Finally, if you’re one of those people who asks, “If you’re born this way, what’s to be proud of?” First, look up at that list. Remember that that is barely scratching the surface of the hate, bullying, and oppression that every queer person has survived. So, what do we have to be proud of? Some people want us dead, but we’ve survived. Some people wish we were invisible, and we have stepped out into the light and shared our beautiful glittery freaky selves. We have been told we aren’t worthy of love, but we have found loving friends and chosen families and yes, even someone to call husband or wife. People have tried to bury us in hate, and we have shown the world our love. They have knocked us down again and again, and we have gotten back up, fiercer than ever. They have tried to force us into the shadows, and we have shown the world our light.

I’ve quoted before the old Jewish joke that the meaning of all Jewish holidays is, “They tried to kill us. We’re still alive. Let’s eat.” In the spirit of that sentiment:

They wish we were dead or invisible. We refuse to hide.

Let’s dance.

Anger is better than fear — confessions of a militant fairy

“I am NOT afraid!!! Queer Nation”

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I was astonished, after I had been out of the closet for a bit, to look back on my previous life and realize how much of time and energy had been spent living in fear. Fear of being found out. Fear of being rejected by family and friends. Fear of being physically assaulted. Fear of living a life without love. Fear of dying alone. Fear of what would happen if the preachers were correct and a lake of eternal fire awaited me.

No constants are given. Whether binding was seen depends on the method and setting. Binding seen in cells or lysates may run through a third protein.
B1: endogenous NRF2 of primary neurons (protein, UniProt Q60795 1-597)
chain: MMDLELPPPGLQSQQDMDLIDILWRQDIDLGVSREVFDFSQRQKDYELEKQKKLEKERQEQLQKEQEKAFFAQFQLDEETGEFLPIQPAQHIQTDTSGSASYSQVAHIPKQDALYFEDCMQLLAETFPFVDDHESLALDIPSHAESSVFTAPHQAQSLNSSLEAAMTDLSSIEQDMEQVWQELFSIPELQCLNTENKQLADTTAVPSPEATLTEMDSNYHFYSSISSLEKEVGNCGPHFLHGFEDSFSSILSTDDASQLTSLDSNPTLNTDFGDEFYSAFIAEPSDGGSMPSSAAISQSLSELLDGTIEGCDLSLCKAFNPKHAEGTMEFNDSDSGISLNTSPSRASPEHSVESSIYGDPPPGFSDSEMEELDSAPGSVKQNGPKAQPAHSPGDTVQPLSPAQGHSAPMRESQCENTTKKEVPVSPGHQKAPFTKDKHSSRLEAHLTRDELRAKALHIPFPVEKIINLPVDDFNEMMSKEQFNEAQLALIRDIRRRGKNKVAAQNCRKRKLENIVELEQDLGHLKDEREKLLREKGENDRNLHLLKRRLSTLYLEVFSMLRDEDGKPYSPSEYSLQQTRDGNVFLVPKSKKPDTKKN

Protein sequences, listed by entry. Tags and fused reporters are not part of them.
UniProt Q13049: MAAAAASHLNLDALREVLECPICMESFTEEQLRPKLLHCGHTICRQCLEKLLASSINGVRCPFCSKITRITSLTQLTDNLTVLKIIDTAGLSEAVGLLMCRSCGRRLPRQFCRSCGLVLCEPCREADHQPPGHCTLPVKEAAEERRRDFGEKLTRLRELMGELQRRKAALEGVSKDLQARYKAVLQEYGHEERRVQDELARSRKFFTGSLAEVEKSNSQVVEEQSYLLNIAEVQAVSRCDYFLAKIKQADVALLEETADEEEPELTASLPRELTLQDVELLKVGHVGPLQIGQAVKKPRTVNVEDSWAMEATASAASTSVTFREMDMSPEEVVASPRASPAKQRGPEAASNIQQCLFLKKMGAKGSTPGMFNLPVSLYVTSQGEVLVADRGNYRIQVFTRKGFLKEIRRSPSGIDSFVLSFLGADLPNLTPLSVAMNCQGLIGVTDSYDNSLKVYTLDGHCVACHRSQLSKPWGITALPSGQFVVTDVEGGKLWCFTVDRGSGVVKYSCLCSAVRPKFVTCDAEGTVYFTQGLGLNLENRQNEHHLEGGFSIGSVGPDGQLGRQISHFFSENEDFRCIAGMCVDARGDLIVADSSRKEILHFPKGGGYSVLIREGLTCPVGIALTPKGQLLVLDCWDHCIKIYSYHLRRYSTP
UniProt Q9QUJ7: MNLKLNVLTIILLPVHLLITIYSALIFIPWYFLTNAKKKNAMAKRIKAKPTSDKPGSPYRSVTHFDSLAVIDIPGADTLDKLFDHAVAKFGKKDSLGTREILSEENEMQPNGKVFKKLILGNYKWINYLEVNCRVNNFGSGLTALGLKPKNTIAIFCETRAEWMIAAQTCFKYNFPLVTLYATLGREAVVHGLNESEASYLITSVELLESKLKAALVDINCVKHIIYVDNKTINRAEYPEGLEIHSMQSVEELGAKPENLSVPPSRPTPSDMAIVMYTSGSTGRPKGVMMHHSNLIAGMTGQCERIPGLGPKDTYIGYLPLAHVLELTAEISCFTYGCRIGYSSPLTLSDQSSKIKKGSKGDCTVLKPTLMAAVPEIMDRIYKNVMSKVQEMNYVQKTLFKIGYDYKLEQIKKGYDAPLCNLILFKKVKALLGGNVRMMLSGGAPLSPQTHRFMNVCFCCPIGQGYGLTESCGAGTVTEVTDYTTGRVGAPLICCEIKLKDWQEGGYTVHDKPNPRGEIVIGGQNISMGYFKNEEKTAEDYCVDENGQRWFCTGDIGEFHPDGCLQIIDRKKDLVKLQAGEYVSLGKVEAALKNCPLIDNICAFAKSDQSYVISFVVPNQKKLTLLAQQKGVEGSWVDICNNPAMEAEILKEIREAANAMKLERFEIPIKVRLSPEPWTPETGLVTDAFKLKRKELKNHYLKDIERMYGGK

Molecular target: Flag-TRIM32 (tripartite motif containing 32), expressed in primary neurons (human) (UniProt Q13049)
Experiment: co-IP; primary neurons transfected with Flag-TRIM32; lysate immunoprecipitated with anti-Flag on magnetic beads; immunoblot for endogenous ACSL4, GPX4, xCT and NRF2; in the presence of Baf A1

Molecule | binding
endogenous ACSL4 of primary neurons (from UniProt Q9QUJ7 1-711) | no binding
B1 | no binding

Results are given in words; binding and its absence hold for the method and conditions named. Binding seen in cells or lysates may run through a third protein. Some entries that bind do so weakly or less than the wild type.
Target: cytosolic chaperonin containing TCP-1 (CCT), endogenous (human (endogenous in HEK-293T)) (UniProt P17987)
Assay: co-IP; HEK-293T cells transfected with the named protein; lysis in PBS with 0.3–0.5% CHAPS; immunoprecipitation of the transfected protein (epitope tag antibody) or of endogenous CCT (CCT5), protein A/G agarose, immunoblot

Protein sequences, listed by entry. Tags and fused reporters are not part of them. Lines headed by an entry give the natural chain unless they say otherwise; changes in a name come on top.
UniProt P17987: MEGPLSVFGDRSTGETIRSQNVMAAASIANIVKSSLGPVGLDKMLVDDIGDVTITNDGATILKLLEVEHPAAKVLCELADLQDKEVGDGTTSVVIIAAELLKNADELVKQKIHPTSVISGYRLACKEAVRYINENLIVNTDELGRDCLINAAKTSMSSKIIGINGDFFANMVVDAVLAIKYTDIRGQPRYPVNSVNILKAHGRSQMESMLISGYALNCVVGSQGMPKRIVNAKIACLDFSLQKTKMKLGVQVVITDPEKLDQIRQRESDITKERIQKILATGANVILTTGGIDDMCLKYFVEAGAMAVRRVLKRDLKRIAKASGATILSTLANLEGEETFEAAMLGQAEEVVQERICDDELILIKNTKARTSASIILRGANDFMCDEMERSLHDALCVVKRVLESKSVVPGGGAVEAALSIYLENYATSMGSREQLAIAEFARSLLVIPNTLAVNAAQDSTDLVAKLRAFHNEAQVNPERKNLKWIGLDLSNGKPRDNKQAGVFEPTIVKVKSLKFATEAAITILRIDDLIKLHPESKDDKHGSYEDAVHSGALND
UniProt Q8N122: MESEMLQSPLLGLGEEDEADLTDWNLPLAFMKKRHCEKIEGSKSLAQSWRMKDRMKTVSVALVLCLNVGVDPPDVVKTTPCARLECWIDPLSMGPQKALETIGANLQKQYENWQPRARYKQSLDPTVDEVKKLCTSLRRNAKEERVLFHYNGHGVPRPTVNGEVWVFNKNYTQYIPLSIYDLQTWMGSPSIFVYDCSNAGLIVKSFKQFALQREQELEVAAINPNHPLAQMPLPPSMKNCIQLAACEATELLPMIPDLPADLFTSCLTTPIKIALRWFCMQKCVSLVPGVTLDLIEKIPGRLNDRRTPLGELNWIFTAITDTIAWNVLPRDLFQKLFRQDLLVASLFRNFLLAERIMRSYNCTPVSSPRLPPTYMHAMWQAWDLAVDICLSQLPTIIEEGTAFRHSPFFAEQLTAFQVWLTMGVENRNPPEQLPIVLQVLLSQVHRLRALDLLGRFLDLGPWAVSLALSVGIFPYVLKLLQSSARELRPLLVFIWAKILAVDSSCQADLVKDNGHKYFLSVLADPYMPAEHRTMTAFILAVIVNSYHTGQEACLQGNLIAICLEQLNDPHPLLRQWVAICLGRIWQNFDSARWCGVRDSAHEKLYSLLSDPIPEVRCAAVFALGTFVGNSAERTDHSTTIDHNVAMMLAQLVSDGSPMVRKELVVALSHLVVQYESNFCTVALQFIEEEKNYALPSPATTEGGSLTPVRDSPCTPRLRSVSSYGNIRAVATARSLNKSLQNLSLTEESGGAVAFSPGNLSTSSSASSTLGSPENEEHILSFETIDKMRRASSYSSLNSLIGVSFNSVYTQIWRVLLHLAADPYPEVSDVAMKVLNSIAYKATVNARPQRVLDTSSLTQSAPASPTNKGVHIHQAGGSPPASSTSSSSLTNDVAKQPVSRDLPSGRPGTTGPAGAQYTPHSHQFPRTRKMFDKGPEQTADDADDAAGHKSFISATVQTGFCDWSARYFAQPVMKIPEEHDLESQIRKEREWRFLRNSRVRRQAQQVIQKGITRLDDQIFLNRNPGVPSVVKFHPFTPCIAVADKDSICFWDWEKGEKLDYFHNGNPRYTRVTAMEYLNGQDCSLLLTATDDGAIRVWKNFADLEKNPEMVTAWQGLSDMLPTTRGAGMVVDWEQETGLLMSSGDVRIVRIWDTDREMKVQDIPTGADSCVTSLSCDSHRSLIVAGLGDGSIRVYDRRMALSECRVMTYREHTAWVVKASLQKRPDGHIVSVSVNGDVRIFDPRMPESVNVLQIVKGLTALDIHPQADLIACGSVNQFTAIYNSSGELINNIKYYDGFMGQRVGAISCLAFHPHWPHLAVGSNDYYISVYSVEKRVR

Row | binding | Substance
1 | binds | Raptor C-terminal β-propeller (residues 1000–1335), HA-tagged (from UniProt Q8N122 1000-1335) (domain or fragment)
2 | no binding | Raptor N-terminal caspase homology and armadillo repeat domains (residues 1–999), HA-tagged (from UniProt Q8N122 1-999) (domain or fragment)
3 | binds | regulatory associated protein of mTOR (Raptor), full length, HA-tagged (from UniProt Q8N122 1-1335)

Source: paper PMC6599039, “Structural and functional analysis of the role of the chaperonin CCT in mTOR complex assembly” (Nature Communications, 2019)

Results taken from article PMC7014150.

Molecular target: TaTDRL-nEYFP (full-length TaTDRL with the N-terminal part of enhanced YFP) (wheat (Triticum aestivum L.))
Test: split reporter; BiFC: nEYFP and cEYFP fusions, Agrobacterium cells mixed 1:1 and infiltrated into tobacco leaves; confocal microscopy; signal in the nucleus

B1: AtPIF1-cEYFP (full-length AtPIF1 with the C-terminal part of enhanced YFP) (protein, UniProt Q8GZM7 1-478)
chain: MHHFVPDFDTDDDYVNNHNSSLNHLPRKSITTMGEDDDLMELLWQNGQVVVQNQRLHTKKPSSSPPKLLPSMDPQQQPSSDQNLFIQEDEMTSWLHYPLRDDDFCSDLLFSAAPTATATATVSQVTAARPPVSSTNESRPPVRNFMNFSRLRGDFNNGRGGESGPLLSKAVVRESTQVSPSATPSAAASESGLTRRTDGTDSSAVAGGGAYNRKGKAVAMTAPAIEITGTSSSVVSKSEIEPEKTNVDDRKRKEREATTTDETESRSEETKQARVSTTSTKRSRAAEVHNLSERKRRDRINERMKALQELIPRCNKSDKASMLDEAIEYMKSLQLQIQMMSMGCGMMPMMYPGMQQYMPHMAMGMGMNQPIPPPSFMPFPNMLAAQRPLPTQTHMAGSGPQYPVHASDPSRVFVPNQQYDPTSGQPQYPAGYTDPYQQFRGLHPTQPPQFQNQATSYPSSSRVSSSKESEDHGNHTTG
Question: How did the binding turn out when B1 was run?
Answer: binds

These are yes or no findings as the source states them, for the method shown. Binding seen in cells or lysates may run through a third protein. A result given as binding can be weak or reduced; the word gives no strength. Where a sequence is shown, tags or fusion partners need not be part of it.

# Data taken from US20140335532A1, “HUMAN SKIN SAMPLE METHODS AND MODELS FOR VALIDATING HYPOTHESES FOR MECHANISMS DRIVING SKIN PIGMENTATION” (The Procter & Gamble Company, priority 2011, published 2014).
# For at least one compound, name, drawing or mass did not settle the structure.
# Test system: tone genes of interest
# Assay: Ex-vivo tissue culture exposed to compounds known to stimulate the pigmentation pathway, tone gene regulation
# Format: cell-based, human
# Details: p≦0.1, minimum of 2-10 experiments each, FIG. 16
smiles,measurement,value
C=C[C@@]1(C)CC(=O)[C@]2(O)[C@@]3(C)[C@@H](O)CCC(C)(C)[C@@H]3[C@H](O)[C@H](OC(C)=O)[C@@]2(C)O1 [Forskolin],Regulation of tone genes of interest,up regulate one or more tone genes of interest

“You only gave us rights because we gave you riots. Queer Power”

“You only gave us rights because we gave you riots. Queer Power” (Click to embiggen)

All of those fears were based on real experiences. My dad’s most angry beatings were all accompanied with him calling me worthless, a faggot, and a cocksucker. And for several years I didn’t know what those last two words meant. The kids at school who bullied me (which often involved physical attacks) always called me a sissy or pussy while doing it. The teachers who verbally bullied me called me a sissy or faggot while doing so. In high school, a classmate I knew well was jumped by a group of jocks who were convinced he was gay (he wasn’t—years later he’s married to a great woman and they have two wonderful kids and we still chat online) and was in the process of being beaten up until a group of us found them and broke it up. Another classmate who I didn’t know very well was beaten so badly he was kept in the hospital for a few days. Again, it was because a group of guys at school thought he was gay (he was—last I heard, he and his partner of several years were living in Boston). A couple of other classmates who were outed in embarrassing ways were kicked out of their homes by their parents, and wound up living with relatives far away. One of my uncles (the same one who insisted that I was such a sissy because my parents let me own an action figure) said he would kill any of his sons if they turned gay.

So it wasn’t just anxiety. It wasn’t all in my head. The danger was real.

“Being gay is not a sin. Neither is being lesbian, bisexual, or transgender. The Bible never claims that it is. Christians should stop saying it—because it's killing people.” Johnpavlovitz.com

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And because I’d been raised Southern Baptist, and I was the kind of nerdy kid who read the Bible all the way through on my own at least twice, I spent many, many hours begging god to take these feelings away from me. I spent a lot of time studying the guys that never got called out like I did, trying to figure out how to act more like them.